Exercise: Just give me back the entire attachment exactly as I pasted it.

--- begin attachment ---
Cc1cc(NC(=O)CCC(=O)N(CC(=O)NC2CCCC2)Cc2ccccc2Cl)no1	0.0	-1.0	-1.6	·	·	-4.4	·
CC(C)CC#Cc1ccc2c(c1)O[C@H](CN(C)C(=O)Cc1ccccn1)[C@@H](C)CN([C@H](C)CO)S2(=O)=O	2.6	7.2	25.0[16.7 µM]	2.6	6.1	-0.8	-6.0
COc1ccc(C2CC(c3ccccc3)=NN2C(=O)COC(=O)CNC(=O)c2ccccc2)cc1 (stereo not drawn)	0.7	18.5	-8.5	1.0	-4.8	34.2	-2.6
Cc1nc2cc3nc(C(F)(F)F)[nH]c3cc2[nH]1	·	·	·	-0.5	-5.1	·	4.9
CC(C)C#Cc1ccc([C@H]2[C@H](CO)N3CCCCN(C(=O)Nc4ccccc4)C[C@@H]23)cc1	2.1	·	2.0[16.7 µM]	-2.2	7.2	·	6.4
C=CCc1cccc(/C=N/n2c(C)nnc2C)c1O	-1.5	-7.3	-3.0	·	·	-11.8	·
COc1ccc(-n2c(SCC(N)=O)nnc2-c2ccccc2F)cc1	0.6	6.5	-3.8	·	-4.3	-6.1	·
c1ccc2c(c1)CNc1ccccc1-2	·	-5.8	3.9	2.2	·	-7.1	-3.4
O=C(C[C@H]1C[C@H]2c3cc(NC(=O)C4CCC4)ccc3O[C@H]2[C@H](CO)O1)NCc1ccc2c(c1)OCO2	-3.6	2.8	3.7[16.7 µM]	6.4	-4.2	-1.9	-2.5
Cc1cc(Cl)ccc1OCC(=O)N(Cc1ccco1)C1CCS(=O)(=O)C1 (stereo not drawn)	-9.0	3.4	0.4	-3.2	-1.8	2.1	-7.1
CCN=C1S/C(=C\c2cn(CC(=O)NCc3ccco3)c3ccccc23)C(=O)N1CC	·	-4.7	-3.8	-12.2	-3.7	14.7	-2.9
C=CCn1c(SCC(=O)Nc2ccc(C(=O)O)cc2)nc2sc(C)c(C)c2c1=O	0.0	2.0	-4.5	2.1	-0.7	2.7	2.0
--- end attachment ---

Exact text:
Cc1cc(NC(=O)CCC(=O)N(CC(=O)NC2CCCC2)Cc2ccccc2Cl)no1	0.0	-1.0	-1.6	·	·	-4.4	·
CC(C)CC#Cc1ccc2c(c1)O[C@H](CN(C)C(=O)Cc1ccccn1)[C@@H](C)CN([C@H](C)CO)S2(=O)=O	2.6	7.2	25.0[16.7 µM]	2.6	6.1	-0.8	-6.0
COc1ccc(C2CC(c3ccccc3)=NN2C(=O)COC(=O)CNC(=O)c2ccccc2)cc1 (stereo not drawn)	0.7	18.5	-8.5	1.0	-4.8	34.2	-2.6
Cc1nc2cc3nc(C(F)(F)F)[nH]c3cc2[nH]1	·	·	·	-0.5	-5.1	·	4.9
CC(C)C#Cc1ccc([C@H]2[C@H](CO)N3CCCCN(C(=O)Nc4ccccc4)C[C@@H]23)cc1	2.1	·	2.0[16.7 µM]	-2.2	7.2	·	6.4
C=CCc1cccc(/C=N/n2c(C)nnc2C)c1O	-1.5	-7.3	-3.0	·	·	-11.8	·
COc1ccc(-n2c(SCC(N)=O)nnc2-c2ccccc2F)cc1	0.6	6.5	-3.8	·	-4.3	-6.1	·
c1ccc2c(c1)CNc1ccccc1-2	·	-5.8	3.9	2.2	·	-7.1	-3.4
O=C(C[C@H]1C[C@H]2c3cc(NC(=O)C4CCC4)ccc3O[C@H]2[C@H](CO)O1)NCc1ccc2c(c1)OCO2	-3.6	2.8	3.7[16.7 µM]	6.4	-4.2	-1.9	-2.5
Cc1cc(Cl)ccc1OCC(=O)N(Cc1ccco1)C1CCS(=O)(=O)C1 (stereo not drawn)	-9.0	3.4	0.4	-3.2	-1.8	2.1	-7.1
CCN=C1S/C(=C\c2cn(CC(=O)NCc3ccco3)c3ccccc23)C(=O)N1CC	·	-4.7	-3.8	-12.2	-3.7	14.7	-2.9
C=CCn1c(SCC(=O)Nc2ccc(C(=O)O)cc2)nc2sc(C)c(C)c2c1=O	0.0	2.0	-4.5	2.1	-0.7	2.7	2.0